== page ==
AT4 has all the tech you could want, and probably more, including Apple CarPlay, Android Auto and Amazon Alexa, Sirius XM radio with a three-month free trial, USB A and C plugs, 12- and 120-volt outlets in the dash, plus built-in WiFi. Oddment storage is handled by a couple of open bins in the centre console, a massive covered central bin, and two glove boxes. Two cup holders too, of course.
The seats were upholstered in perforated leather, dark grey with orange accents. Those colours were picked up on the dash and door trim panels. The rear seat has loads of legroom. The seat cushions can be folded up to create a massive indoor storage space; the jack and tools are also stored under there. Panels in the backs of the two outboard rear seats can be opened to create out-of-sight bins for valuables like wallets or house keys.
The front seats are heated and ventilated; the two rear outboard seats are heated. There is also a steering wheel heater (yay) but there are gaps in the coverage, notably at the “quarter to three” positions that is where your hands are supposed to be. Big grab bars are provided at all four corners to ease ingress and egress, and for passengers to hold onto if the driver is doing some particularly athletic off-roading.
Key among the options on my tester was the “Carbonpro” composite bed, which should stand up well to serious bashing. This may be the biggest single use of carbon fibre bits offered in any volume vehicle. Looks cool too. It better, since it costs nearly five grand extra. The tailgate is a multi-function affair. Its downward motion is damped, so it opens smoothly. Push another tab, and part of it can be folded down to make a step for access to the bed. Footholds moulded into the lower rear corners of the truck and a foldable handle on the side of the bed further assist getting up into the box. Tow hooks all over the place help secure your load.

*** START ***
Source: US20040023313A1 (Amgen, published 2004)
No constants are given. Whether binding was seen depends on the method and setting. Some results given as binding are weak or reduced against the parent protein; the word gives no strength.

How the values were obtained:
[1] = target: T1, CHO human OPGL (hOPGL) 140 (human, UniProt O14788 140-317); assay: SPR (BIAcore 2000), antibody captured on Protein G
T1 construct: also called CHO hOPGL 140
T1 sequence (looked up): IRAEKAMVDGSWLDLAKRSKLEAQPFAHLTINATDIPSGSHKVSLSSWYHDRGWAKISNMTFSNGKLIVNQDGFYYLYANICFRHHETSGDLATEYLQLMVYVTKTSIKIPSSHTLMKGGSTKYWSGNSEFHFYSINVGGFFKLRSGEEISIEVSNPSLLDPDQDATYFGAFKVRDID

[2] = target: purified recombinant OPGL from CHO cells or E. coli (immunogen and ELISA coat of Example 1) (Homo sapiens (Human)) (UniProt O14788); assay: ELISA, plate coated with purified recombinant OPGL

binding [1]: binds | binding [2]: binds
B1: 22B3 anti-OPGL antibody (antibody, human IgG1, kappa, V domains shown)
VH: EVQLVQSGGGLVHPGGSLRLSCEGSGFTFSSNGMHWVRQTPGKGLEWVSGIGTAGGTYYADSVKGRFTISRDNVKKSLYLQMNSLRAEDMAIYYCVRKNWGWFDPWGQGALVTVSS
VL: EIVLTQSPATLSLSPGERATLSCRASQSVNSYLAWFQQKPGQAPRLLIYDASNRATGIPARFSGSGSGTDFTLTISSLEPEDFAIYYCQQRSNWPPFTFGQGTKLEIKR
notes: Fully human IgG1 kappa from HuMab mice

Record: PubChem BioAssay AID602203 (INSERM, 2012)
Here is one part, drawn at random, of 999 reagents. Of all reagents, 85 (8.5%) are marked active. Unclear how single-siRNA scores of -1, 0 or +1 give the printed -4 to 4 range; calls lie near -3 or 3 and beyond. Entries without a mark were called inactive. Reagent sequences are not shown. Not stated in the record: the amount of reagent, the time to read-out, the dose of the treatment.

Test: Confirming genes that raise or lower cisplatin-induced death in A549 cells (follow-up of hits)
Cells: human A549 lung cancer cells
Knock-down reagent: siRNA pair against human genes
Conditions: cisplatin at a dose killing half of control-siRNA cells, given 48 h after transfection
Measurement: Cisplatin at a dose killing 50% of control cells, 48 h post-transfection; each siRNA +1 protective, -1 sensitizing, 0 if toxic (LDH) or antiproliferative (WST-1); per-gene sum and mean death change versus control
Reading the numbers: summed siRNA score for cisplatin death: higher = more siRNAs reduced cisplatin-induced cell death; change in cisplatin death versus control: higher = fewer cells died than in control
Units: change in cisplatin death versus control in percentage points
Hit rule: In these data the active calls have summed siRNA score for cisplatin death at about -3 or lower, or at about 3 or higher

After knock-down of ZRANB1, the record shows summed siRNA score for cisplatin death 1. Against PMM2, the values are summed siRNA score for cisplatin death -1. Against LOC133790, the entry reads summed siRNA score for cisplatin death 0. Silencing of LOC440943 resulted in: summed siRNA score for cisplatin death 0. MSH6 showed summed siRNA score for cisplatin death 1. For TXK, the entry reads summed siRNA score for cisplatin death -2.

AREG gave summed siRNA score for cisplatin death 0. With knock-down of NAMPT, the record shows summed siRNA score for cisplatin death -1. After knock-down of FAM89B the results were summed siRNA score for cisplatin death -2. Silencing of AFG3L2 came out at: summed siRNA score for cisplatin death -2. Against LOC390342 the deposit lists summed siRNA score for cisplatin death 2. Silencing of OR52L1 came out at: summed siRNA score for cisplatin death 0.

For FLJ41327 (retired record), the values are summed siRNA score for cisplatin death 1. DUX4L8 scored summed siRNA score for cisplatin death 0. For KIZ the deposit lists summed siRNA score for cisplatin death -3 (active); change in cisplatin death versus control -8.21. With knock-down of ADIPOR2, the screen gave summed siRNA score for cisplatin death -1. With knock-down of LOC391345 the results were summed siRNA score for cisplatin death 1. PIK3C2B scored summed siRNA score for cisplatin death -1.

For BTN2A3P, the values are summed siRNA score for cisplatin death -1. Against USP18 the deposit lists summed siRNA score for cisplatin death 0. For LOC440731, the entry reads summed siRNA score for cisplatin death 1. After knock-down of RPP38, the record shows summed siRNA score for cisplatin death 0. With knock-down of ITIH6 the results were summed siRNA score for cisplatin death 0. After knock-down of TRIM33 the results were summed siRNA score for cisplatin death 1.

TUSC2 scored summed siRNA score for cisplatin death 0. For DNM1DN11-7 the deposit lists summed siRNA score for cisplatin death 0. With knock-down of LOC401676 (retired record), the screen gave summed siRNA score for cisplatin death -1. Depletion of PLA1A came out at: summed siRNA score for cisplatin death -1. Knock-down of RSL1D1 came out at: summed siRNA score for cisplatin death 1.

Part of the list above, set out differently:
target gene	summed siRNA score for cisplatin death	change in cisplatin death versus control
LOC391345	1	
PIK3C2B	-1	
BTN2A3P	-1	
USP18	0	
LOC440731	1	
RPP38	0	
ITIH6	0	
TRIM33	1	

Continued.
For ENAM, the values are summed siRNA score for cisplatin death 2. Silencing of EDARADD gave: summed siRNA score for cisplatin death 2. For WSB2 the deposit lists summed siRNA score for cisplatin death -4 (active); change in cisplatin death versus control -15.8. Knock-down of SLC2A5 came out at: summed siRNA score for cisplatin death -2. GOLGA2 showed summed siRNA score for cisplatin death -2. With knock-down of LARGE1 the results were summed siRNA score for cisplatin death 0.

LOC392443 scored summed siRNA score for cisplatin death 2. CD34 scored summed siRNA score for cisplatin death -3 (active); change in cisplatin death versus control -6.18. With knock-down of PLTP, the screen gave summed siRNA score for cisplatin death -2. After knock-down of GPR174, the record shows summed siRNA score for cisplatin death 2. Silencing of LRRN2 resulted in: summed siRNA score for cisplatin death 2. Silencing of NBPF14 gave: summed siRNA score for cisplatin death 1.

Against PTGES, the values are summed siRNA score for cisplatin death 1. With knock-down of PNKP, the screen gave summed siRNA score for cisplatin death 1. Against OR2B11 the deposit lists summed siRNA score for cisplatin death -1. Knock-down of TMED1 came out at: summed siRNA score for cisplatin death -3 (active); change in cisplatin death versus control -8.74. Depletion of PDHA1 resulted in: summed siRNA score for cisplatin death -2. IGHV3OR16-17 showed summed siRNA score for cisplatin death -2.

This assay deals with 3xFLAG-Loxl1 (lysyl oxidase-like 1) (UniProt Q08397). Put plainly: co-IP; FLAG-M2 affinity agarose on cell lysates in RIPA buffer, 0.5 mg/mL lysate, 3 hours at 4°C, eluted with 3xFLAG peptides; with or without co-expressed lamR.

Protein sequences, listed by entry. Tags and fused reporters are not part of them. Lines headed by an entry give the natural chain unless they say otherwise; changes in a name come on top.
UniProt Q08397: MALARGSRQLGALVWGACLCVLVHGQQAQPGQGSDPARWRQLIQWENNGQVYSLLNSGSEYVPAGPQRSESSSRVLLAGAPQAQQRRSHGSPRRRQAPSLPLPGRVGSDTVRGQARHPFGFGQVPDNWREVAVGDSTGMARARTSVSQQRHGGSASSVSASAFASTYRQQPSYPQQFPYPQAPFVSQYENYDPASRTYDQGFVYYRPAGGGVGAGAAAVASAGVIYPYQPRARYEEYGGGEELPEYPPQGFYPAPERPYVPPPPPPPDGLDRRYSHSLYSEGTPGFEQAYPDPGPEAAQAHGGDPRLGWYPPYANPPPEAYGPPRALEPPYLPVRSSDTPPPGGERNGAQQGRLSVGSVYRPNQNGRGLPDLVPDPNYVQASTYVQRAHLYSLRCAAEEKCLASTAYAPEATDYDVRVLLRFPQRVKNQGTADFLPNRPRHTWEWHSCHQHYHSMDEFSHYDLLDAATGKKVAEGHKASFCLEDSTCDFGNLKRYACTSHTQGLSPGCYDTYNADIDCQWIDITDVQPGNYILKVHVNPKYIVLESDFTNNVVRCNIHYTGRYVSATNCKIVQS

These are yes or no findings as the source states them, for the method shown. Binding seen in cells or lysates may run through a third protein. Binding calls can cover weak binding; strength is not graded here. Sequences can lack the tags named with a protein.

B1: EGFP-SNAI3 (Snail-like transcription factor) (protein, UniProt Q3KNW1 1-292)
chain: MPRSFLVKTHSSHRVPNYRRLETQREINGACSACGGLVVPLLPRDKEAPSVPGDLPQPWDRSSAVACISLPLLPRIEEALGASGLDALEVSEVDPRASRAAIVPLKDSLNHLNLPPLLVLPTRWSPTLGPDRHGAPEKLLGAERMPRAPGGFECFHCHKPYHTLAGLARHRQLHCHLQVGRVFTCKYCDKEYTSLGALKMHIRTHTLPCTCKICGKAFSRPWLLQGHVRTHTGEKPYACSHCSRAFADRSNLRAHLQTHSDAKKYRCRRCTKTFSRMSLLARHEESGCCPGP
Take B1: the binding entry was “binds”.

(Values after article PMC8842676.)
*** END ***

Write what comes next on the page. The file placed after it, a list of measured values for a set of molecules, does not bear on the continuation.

Like all GM vehicles, this one fails the ignition off / headlights off test. But it passes the side-view mirror test; you can adjust them far enough out to eliminate the so-called blind spots. There’s a host of driver assistance features – like lane-keeping assist – which as usual I shut off. Emergency automatic braking I tend to leave on. Better to have it and not need it than need it and not have it.
And the back-up camera has a wide variety of views, including a wide angle for when you have a trailer hooked on. There are also forward views available under certain conditions that can be helpful especially in tricky off-road situations.
And I like GM’s reverse warning system that vibrates your seat cushion instead of beeping, so nobody else in the truck knows.
The truck industry could build an entire year’s worth of vehicles and never build exactly the same truck twice. So it’s impossible for a reviewer to drive just one example and tell you everything you need to know. What I can tell you about the Sierra AT4 is that it’s a pricey but handsome and capable full-size truck which will go any place you could imagine, and more that you probably couldn’t.
The Diesel engine offers excellent performance. And, fuel economy – the best recorded in my truck was 7.4 litres per 100 km, which is stunning.
There are always compromises and in this case, ride quality and interior noise.
If those are deal-breakers, there are lots of options at your GMC store.
The vehicle was provided to the writer by the automaker. Content and vehicle evaluations were not subject to approval.
2020 GMC Sierra AT34 1500
BODY STYLE: full-size four-door pickup truck, 5 seats
DRIVE METHOD: Front-engine, full-time switchable four-wheel drive with low range capability, ten-speed automatic transmission
ENGINE: 3.0 litre inline six cylinder turbo-Diesel (277 hp @ 3,750 r.p.m.; 460 lb.-ft. of torque @ 1,500 r.p.m.)
FUEL ECONOMY: (regular) 10.5 / 9.1 / 9.9 L/100 km city / highway / combined
CARGO VOLUME, litres (cu ft): 731 (25.8) rear seat up / 1,549 (54.7) rear seat folded
TOW RATING: 4,173 kg. (9,200 lb.)
PRICE: AT4 base list $63,098; as tested $75,918 excl. taxes.